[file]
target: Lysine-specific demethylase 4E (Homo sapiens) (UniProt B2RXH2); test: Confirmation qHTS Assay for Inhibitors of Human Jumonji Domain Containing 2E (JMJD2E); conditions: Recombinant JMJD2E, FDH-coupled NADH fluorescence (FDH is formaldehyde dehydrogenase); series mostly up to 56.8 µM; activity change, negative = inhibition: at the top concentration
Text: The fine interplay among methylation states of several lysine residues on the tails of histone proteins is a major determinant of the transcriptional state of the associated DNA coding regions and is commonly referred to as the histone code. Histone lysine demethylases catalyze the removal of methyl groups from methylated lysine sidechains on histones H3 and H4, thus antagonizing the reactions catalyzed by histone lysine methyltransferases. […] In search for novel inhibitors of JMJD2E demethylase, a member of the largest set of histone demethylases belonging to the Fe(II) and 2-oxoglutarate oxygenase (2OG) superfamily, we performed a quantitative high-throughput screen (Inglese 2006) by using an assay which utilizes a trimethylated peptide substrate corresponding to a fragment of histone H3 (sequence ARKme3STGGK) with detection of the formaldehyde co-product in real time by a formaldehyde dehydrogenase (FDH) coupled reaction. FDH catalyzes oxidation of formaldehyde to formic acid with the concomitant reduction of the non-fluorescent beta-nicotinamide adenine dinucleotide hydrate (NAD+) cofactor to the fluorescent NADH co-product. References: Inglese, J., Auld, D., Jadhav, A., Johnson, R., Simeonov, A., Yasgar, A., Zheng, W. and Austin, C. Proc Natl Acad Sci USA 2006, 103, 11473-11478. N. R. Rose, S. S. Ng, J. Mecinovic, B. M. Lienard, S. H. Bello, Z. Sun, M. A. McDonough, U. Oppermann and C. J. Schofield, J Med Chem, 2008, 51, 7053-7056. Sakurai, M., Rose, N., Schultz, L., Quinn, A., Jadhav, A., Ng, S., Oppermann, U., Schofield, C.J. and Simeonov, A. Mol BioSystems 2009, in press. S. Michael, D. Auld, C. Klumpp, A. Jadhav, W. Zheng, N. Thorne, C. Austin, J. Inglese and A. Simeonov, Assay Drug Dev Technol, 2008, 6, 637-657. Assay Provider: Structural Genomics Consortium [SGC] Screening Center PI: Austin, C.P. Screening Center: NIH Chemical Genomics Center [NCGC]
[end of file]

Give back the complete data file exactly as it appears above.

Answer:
target: Lysine-specific demethylase 4E (Homo sapiens) (UniProt B2RXH2); test: Confirmation qHTS Assay for Inhibitors of Human Jumonji Domain Containing 2E (JMJD2E); conditions: Recombinant JMJD2E, FDH-coupled NADH fluorescence (FDH is formaldehyde dehydrogenase); series mostly up to 56.8 µM; activity change, negative = inhibition: at the top concentration
Text: The fine interplay among methylation states of several lysine residues on the tails of histone proteins is a major determinant of the transcriptional state of the associated DNA coding regions and is commonly referred to as the histone code. Histone lysine demethylases catalyze the removal of methyl groups from methylated lysine sidechains on histones H3 and H4, thus antagonizing the reactions catalyzed by histone lysine methyltransferases. […] In search for novel inhibitors of JMJD2E demethylase, a member of the largest set of histone demethylases belonging to the Fe(II) and 2-oxoglutarate oxygenase (2OG) superfamily, we performed a quantitative high-throughput screen (Inglese 2006) by using an assay which utilizes a trimethylated peptide substrate corresponding to a fragment of histone H3 (sequence ARKme3STGGK) with detection of the formaldehyde co-product in real time by a formaldehyde dehydrogenase (FDH) coupled reaction. FDH catalyzes oxidation of formaldehyde to formic acid with the concomitant reduction of the non-fluorescent beta-nicotinamide adenine dinucleotide hydrate (NAD+) cofactor to the fluorescent NADH co-product. References: Inglese, J., Auld, D., Jadhav, A., Johnson, R., Simeonov, A., Yasgar, A., Zheng, W. and Austin, C. Proc Natl Acad Sci USA 2006, 103, 11473-11478. N. R. Rose, S. S. Ng, J. Mecinovic, B. M. Lienard, S. H. Bello, Z. Sun, M. A. McDonough, U. Oppermann and C. J. Schofield, J Med Chem, 2008, 51, 7053-7056. Sakurai, M., Rose, N., Schultz, L., Quinn, A., Jadhav, A., Ng, S., Oppermann, U., Schofield, C.J. and Simeonov, A. Mol BioSystems 2009, in press. S. Michael, D. Auld, C. Klumpp, A. Jadhav, W. Zheng, N. Thorne, C. Austin, J. Inglese and A. Simeonov, Assay Drug Dev Technol, 2008, 6, 637-657. Assay Provider: Structural Genomics Consortium [SGC] Screening Center PI: Austin, C.P. Screening Center: NIH Chemical Genomics Center [NCGC]